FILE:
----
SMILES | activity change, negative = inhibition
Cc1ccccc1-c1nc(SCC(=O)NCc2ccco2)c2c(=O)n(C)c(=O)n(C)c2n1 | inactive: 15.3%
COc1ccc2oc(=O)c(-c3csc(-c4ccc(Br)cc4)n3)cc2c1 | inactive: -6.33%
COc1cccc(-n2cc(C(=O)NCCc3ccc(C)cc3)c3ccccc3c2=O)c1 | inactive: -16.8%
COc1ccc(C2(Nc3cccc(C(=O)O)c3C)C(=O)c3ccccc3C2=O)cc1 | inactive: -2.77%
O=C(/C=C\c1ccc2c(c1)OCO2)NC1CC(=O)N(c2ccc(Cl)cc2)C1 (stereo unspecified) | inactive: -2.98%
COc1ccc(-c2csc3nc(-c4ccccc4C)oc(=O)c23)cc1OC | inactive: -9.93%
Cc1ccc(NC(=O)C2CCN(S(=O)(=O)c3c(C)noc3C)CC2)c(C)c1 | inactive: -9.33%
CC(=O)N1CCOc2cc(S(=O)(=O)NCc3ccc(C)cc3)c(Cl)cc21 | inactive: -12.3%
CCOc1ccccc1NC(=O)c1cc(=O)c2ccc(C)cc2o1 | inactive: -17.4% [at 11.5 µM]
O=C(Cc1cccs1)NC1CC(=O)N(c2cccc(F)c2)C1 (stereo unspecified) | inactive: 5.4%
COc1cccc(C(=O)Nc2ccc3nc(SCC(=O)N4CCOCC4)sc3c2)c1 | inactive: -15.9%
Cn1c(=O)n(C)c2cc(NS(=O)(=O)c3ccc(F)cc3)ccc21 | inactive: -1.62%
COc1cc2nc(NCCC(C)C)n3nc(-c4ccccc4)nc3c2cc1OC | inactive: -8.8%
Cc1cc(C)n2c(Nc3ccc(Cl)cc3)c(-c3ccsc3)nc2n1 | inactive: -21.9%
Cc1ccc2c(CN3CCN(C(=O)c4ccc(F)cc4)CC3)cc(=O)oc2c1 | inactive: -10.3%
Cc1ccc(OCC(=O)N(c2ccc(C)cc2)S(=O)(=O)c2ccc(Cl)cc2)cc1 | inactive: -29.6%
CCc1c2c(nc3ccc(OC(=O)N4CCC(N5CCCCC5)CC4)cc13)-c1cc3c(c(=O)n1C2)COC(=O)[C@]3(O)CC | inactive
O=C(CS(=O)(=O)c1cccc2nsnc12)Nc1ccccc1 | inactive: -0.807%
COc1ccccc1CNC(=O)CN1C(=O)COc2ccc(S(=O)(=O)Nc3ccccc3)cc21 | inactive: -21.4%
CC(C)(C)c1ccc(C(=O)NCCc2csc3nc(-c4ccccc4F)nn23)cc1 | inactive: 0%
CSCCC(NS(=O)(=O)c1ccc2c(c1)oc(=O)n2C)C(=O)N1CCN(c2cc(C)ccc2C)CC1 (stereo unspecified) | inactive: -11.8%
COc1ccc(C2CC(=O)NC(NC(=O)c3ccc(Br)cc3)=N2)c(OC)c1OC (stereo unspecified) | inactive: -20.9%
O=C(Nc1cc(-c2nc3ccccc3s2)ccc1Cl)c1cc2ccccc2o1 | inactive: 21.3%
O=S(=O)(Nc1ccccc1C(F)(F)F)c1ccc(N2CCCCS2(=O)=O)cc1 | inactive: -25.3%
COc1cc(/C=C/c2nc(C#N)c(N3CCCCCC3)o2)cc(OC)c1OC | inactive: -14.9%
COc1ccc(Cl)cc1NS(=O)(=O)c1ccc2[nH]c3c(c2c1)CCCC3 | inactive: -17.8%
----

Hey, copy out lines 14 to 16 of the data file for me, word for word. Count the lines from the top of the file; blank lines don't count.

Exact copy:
COc1cc2nc(NCCC(C)C)n3nc(-c4ccccc4)nc3c2cc1OC | inactive: -8.8%
Cc1cc(C)n2c(Nc3ccc(Cl)cc3)c(-c3ccsc3)nc2n1 | inactive: -21.9%
Cc1ccc2c(CN3CCN(C(=O)c4ccc(F)cc4)CC3)cc(=O)oc2c1 | inactive: -10.3%